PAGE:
Involvement with mechanical, engineering, plumbing or fire protection (MEPF) contractors. We’ve found through experience that projects go over budget when the MEPF subcontractors are not involved early enough. Mechanical systems are typically a large part of the budget, so their input on costs is critical to developing an accurate budget. If they are not involved, you are relying on square foot costs that are unverified and vague to guide your decision making. When that happens square foot numbers are used and no one is held accountable for that part of the budget. When that happens square foot numbers are used to build a budget, which can be unclear and unspecific to how the costs were developed. We bring these contractors on board early to ensure the estimate is accurate.
Contractor estimating. We have the ability to prepare a budget book for each phase of the project during design. All books will include items like scope narrative, schedule, budget, etc.. We will work closely with the designer and consultants to review the scope of work to ensure there are no surprises. If there are any scope changes you will be notified immediately.
Work review. We self-perform most types of work, employing in-house experts to crosscheck logistics, budget, and economics. For other types of work we have established relationships with subcontractors in virtually every field.
In-depth site investigations. Site investigations are critical to understanding existing conditions at the facility. They help locate major unknowns and ensure accurate budgeting. Most of our estimators have significant field experience, which means they know what to look for.
True value engineering. Our experts employ True Value Engineering which means they’ll deliver the same results at the same level of quality at a lower cost for all components on your project.
Treat our client’s money like it’s our own. Which means we do it responsibly. It’s ingrained in our culture. We’re always seeking newer ways to improve and provide value by eliminating waste in every process – large or small. We instill these same values in our subcontractors, frequently via film analysis, helping them to streamline their processes, save time and money and improve on-the-job performance.
Accurate conceptual estimating. If you knew ahead of time that the difference between your estimate and your actual cost would only differ by plus or minus 1%, would that reduce the stress of your new project? Our expert estimating teams provide the most accurate conceptual estimating in the industry. We have a vast historical project database from which to pull costings. We base costing on detailed take-off, not just square feet quantities.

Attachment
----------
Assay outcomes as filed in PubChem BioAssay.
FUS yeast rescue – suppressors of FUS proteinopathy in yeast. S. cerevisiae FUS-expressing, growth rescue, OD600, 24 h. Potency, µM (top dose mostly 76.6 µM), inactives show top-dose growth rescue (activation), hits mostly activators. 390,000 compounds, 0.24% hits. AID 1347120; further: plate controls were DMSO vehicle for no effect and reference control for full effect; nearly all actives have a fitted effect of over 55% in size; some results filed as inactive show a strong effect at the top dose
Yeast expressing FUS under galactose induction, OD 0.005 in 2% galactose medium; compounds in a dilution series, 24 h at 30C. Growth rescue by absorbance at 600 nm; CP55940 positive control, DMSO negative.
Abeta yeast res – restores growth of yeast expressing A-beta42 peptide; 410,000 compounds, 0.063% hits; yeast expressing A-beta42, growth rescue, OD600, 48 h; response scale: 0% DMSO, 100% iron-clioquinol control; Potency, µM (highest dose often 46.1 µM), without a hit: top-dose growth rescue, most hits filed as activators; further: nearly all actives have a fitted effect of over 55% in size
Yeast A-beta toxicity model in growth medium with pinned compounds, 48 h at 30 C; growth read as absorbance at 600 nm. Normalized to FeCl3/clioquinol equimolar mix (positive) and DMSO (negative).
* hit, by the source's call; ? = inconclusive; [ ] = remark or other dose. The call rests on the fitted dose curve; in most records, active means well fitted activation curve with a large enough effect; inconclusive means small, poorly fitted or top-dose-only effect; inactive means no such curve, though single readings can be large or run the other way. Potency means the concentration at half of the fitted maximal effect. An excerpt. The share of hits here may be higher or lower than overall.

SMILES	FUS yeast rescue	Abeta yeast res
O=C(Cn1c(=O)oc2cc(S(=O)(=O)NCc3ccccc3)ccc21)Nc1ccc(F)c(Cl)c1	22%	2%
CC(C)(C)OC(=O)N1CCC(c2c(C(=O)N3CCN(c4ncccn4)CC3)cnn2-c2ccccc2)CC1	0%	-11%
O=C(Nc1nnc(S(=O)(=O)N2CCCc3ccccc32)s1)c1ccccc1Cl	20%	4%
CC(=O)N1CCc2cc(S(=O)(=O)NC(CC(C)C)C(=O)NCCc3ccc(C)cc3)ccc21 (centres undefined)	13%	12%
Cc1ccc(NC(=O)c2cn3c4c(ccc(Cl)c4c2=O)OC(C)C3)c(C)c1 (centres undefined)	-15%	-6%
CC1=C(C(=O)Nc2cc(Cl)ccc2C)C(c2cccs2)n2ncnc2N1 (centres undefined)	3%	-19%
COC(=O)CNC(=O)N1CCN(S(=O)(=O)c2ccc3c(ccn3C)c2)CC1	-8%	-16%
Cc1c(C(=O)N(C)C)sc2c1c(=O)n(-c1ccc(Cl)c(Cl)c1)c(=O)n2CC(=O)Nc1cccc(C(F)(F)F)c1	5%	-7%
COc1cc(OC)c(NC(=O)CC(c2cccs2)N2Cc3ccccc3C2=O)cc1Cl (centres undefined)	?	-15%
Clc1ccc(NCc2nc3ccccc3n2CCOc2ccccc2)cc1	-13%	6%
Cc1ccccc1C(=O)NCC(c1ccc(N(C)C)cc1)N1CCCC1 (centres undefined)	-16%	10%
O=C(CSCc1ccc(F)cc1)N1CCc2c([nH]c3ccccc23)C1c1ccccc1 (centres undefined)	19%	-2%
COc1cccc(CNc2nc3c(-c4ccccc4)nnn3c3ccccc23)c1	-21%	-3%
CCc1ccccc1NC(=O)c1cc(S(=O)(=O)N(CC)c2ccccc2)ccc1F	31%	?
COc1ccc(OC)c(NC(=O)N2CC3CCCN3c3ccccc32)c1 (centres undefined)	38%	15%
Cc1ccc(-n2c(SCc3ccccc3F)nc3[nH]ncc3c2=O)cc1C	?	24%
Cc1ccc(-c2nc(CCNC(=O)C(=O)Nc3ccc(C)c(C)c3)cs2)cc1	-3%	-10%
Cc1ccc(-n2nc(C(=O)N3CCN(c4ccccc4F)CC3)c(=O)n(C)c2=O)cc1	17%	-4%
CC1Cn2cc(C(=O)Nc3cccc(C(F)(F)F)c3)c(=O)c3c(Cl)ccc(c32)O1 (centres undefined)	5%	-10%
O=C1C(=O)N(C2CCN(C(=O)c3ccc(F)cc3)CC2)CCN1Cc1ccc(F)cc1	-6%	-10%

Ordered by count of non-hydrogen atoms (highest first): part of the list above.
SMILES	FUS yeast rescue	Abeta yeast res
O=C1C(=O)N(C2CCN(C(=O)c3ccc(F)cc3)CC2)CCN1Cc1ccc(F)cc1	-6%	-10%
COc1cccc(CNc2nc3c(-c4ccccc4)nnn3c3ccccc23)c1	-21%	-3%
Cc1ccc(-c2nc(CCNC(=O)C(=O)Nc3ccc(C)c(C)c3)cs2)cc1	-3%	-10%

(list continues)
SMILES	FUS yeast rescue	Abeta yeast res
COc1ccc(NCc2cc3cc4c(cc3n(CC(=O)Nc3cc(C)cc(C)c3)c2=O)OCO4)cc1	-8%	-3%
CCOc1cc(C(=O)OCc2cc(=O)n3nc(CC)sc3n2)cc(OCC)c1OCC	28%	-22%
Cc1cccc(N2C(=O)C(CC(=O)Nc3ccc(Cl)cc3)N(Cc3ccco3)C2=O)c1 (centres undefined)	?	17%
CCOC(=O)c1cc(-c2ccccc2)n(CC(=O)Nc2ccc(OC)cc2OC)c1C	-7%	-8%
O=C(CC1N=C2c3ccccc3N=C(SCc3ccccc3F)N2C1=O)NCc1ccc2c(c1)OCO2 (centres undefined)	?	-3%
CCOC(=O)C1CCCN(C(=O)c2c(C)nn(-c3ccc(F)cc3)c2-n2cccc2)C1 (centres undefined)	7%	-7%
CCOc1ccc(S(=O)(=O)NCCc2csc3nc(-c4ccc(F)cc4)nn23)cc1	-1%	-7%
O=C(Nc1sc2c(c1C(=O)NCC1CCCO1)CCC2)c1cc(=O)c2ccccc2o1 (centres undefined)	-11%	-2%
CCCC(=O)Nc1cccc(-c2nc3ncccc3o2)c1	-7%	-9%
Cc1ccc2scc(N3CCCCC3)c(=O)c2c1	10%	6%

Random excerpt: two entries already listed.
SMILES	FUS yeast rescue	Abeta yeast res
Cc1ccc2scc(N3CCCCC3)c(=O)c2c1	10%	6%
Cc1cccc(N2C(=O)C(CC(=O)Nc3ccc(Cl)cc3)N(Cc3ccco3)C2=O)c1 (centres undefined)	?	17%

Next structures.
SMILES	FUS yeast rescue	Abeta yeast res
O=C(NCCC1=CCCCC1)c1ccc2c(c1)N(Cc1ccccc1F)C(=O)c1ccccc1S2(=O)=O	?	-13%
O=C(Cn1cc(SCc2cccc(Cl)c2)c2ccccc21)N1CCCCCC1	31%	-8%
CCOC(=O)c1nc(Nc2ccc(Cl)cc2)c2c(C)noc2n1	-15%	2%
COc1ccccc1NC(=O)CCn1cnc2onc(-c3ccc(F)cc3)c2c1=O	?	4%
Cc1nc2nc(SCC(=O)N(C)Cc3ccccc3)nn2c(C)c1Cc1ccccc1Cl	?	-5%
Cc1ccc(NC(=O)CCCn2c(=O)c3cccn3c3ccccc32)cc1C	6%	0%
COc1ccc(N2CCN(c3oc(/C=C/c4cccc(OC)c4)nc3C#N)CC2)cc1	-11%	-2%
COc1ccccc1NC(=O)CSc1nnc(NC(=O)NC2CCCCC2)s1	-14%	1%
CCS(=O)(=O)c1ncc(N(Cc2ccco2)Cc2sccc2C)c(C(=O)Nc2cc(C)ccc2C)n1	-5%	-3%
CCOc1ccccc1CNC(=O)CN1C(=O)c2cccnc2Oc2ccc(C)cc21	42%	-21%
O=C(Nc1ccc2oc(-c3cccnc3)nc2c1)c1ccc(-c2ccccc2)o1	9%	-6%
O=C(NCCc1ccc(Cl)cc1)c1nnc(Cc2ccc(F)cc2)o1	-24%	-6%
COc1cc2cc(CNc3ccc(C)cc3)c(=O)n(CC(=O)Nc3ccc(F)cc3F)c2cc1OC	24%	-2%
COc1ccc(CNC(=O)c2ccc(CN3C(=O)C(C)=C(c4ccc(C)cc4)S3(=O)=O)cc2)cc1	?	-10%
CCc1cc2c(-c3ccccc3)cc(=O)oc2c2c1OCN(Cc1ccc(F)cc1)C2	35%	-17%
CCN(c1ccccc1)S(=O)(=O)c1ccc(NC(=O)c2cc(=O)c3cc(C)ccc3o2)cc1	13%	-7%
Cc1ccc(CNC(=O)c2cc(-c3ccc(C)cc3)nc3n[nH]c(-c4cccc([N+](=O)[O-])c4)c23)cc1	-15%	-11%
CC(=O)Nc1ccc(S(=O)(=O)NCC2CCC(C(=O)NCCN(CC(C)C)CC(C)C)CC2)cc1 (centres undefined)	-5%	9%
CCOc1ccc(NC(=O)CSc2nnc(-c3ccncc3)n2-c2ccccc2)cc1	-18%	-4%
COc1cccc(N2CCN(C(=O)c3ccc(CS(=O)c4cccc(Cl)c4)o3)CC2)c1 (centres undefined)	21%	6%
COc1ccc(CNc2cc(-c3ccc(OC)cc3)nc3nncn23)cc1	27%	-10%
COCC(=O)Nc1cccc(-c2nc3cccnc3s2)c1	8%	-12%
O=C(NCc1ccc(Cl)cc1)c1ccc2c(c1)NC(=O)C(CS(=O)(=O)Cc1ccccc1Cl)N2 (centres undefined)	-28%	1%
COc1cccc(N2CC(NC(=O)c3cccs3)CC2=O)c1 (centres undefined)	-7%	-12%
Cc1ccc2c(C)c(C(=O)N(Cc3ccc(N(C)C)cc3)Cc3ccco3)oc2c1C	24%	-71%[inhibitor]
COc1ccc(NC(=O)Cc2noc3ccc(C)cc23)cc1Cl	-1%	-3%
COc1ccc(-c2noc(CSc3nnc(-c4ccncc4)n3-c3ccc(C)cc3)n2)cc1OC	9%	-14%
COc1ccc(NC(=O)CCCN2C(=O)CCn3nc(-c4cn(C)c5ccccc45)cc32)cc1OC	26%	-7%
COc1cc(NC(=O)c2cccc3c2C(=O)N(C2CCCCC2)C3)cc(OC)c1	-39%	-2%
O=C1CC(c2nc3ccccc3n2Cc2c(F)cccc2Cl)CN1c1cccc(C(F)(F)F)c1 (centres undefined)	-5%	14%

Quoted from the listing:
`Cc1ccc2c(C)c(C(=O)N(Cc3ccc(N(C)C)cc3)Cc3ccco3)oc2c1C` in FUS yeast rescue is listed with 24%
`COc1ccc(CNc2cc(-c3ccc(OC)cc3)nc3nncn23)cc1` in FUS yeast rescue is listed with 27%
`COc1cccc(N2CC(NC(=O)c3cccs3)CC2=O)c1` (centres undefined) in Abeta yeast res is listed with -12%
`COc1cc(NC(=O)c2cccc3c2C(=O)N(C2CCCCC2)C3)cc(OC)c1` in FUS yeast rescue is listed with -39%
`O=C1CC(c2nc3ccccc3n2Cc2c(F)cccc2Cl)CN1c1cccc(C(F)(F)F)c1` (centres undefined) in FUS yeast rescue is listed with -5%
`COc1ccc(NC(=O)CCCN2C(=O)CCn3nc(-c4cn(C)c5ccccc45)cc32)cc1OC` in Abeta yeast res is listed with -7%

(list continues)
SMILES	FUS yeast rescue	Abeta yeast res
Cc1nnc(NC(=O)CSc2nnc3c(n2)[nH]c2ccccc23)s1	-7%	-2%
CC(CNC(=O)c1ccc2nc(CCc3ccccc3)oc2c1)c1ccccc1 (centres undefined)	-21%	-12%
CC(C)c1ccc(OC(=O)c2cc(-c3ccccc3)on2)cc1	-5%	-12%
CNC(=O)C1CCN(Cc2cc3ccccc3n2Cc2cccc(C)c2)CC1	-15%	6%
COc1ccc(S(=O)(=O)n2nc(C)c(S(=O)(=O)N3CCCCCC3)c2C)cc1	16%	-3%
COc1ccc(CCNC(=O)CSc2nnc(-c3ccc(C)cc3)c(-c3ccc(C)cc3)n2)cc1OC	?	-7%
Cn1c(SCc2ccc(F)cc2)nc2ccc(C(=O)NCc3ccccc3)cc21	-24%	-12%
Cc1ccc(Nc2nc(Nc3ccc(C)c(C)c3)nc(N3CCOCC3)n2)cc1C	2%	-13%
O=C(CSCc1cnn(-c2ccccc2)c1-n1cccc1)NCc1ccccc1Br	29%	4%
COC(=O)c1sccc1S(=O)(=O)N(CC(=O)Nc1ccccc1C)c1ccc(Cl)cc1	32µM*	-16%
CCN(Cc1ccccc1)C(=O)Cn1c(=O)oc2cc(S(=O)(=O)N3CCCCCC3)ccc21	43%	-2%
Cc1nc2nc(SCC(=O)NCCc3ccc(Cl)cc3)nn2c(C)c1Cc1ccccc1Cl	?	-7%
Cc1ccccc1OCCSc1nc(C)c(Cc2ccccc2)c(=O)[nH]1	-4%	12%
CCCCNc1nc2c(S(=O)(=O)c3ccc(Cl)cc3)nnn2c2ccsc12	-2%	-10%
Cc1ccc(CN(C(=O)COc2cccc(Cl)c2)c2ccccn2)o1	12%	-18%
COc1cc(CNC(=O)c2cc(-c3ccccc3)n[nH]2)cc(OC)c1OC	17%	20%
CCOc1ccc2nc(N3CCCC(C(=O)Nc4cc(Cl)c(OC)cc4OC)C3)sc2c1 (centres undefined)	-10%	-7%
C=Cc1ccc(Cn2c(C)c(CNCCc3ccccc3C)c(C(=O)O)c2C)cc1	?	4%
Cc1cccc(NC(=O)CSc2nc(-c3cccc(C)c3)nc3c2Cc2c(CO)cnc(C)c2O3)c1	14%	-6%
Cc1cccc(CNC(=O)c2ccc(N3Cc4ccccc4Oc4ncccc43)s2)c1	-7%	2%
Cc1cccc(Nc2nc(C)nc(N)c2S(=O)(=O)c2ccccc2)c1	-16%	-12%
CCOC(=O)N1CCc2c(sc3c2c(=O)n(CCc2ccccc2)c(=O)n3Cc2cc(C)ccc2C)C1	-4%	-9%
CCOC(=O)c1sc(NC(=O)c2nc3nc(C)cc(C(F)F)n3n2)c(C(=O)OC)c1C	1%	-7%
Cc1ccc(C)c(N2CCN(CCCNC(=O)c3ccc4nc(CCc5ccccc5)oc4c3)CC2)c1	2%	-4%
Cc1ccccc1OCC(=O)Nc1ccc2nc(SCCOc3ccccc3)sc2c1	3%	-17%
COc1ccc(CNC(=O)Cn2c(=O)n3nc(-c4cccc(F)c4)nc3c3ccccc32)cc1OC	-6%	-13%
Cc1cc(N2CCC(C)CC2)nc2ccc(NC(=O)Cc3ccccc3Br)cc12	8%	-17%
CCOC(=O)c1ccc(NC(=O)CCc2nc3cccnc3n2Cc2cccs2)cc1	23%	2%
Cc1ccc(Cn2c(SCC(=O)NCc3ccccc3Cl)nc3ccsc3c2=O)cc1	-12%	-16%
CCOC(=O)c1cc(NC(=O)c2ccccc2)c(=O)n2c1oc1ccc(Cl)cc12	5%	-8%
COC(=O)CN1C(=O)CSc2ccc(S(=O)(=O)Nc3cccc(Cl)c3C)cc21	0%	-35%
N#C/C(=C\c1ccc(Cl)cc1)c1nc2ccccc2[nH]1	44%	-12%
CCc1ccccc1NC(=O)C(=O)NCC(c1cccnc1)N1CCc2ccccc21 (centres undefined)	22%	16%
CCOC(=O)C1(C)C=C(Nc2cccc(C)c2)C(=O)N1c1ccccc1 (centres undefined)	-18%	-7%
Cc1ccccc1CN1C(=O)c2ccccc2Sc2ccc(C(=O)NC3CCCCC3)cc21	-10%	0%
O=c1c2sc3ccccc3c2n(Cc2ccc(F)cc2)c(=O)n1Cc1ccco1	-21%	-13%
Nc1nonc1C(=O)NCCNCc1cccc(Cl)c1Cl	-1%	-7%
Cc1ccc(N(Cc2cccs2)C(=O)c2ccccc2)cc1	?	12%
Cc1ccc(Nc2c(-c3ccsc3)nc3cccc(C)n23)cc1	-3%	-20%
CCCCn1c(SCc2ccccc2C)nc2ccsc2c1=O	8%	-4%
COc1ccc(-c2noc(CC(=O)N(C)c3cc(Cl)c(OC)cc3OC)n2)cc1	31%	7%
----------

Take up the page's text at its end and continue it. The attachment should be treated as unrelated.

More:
Viewing projects through the eyes of our owners. We see projects differently than most. We want to be your partner in the process, not just a construction manager or general contractor. When we build a hospital or clinic, we see it through the eyes of staff, doctors, nurses and patients.
What are the end goals? When must the project be completed? Whose schedules do we need to accommodate? What events or processes need to be maintained to minimize disruptions to daily operations? By the start of your project we’ll have a full understanding of your needs, a detailed knowledge of your facility and be ready act on your behalf as the project proceeds.
ACTIVE JOB SITE MANAGERS
Site-specific work schedules. Most tough jobs involve active job sites, which means working around daily operations. We’ll develop a site-specific work schedule and safety plan that takes into account all functionality as well as the ebb and flow of staff, vendors, and operational needs. Each day we’ll update you on any site changes or construction phases, so you can rest easy knowing there won’t be any surprises or added risk.
Set schedules. We stand by our schedules. Often we develop them by working backward from a key date such as a move-in or start date. Along the way every step is scrutinized and verified by our in-house market experts, trusted subcontractors and the project architect. We then compare the schedule with our historical project database to verify it’s correct, efficient and providing the most value for the client.